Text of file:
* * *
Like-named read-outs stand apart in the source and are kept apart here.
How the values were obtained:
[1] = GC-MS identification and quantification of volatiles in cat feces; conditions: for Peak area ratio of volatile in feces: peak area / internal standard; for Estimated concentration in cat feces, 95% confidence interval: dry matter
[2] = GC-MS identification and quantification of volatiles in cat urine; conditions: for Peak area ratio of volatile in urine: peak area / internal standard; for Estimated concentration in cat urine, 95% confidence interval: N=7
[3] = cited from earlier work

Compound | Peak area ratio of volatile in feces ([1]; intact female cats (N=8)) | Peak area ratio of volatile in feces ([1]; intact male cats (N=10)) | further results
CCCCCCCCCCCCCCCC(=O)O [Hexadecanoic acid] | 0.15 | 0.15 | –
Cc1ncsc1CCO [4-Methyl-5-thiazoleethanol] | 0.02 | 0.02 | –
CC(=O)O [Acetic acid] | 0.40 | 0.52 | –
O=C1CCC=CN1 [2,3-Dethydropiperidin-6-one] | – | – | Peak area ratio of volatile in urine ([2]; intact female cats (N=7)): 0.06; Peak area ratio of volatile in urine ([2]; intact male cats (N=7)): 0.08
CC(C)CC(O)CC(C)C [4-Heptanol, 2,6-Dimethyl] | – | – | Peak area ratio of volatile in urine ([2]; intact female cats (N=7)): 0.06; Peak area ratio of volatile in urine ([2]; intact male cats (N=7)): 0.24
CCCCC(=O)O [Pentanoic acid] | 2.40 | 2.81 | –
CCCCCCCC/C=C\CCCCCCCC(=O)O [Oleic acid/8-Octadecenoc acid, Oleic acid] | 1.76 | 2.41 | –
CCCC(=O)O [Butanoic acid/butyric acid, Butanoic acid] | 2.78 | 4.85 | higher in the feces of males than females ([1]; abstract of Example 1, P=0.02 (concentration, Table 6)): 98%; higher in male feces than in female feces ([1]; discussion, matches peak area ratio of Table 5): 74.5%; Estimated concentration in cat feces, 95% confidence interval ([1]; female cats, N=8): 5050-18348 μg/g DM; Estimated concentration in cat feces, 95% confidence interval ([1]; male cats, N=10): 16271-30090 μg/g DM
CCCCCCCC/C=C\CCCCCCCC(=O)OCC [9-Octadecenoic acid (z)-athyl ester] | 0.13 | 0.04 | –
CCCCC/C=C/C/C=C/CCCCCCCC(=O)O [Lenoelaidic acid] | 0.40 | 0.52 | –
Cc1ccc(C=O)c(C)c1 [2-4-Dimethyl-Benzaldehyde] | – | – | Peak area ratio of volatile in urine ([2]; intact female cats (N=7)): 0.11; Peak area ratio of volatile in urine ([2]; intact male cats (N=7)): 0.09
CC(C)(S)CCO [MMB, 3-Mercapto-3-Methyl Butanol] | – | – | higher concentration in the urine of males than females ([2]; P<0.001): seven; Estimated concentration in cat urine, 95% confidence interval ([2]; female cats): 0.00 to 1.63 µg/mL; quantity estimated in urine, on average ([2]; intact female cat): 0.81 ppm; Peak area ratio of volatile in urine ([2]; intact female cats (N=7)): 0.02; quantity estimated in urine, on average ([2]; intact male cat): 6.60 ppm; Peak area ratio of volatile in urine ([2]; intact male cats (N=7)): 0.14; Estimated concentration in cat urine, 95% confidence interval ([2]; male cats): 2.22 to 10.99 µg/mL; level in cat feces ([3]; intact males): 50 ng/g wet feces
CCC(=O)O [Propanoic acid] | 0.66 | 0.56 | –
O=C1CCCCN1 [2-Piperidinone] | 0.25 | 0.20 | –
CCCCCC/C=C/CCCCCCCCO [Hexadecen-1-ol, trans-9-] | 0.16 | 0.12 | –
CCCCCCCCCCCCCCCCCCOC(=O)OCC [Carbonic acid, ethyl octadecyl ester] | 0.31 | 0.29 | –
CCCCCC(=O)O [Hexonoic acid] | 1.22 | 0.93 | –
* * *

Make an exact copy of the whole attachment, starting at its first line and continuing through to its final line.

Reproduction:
Like-named read-outs stand apart in the source and are kept apart here.
How the values were obtained:
[1] = GC-MS identification and quantification of volatiles in cat feces; conditions: for Peak area ratio of volatile in feces: peak area / internal standard; for Estimated concentration in cat feces, 95% confidence interval: dry matter
[2] = GC-MS identification and quantification of volatiles in cat urine; conditions: for Peak area ratio of volatile in urine: peak area / internal standard; for Estimated concentration in cat urine, 95% confidence interval: N=7
[3] = cited from earlier work

Compound | Peak area ratio of volatile in feces ([1]; intact female cats (N=8)) | Peak area ratio of volatile in feces ([1]; intact male cats (N=10)) | further results
CCCCCCCCCCCCCCCC(=O)O [Hexadecanoic acid] | 0.15 | 0.15 | –
Cc1ncsc1CCO [4-Methyl-5-thiazoleethanol] | 0.02 | 0.02 | –
CC(=O)O [Acetic acid] | 0.40 | 0.52 | –
O=C1CCC=CN1 [2,3-Dethydropiperidin-6-one] | – | – | Peak area ratio of volatile in urine ([2]; intact female cats (N=7)): 0.06; Peak area ratio of volatile in urine ([2]; intact male cats (N=7)): 0.08
CC(C)CC(O)CC(C)C [4-Heptanol, 2,6-Dimethyl] | – | – | Peak area ratio of volatile in urine ([2]; intact female cats (N=7)): 0.06; Peak area ratio of volatile in urine ([2]; intact male cats (N=7)): 0.24
CCCCC(=O)O [Pentanoic acid] | 2.40 | 2.81 | –
CCCCCCCC/C=C\CCCCCCCC(=O)O [Oleic acid/8-Octadecenoc acid, Oleic acid] | 1.76 | 2.41 | –
CCCC(=O)O [Butanoic acid/butyric acid, Butanoic acid] | 2.78 | 4.85 | higher in the feces of males than females ([1]; abstract of Example 1, P=0.02 (concentration, Table 6)): 98%; higher in male feces than in female feces ([1]; discussion, matches peak area ratio of Table 5): 74.5%; Estimated concentration in cat feces, 95% confidence interval ([1]; female cats, N=8): 5050-18348 μg/g DM; Estimated concentration in cat feces, 95% confidence interval ([1]; male cats, N=10): 16271-30090 μg/g DM
CCCCCCCC/C=C\CCCCCCCC(=O)OCC [9-Octadecenoic acid (z)-athyl ester] | 0.13 | 0.04 | –
CCCCC/C=C/C/C=C/CCCCCCCC(=O)O [Lenoelaidic acid] | 0.40 | 0.52 | –
Cc1ccc(C=O)c(C)c1 [2-4-Dimethyl-Benzaldehyde] | – | – | Peak area ratio of volatile in urine ([2]; intact female cats (N=7)): 0.11; Peak area ratio of volatile in urine ([2]; intact male cats (N=7)): 0.09
CC(C)(S)CCO [MMB, 3-Mercapto-3-Methyl Butanol] | – | – | higher concentration in the urine of males than females ([2]; P<0.001): seven; Estimated concentration in cat urine, 95% confidence interval ([2]; female cats): 0.00 to 1.63 µg/mL; quantity estimated in urine, on average ([2]; intact female cat): 0.81 ppm; Peak area ratio of volatile in urine ([2]; intact female cats (N=7)): 0.02; quantity estimated in urine, on average ([2]; intact male cat): 6.60 ppm; Peak area ratio of volatile in urine ([2]; intact male cats (N=7)): 0.14; Estimated concentration in cat urine, 95% confidence interval ([2]; male cats): 2.22 to 10.99 µg/mL; level in cat feces ([3]; intact males): 50 ng/g wet feces
CCC(=O)O [Propanoic acid] | 0.66 | 0.56 | –
O=C1CCCCN1 [2-Piperidinone] | 0.25 | 0.20 | –
CCCCCC/C=C/CCCCCCCCO [Hexadecen-1-ol, trans-9-] | 0.16 | 0.12 | –
CCCCCCCCCCCCCCCCCCOC(=O)OCC [Carbonic acid, ethyl octadecyl ester] | 0.31 | 0.29 | –
CCCCCC(=O)O [Hexonoic acid] | 1.22 | 0.93 | –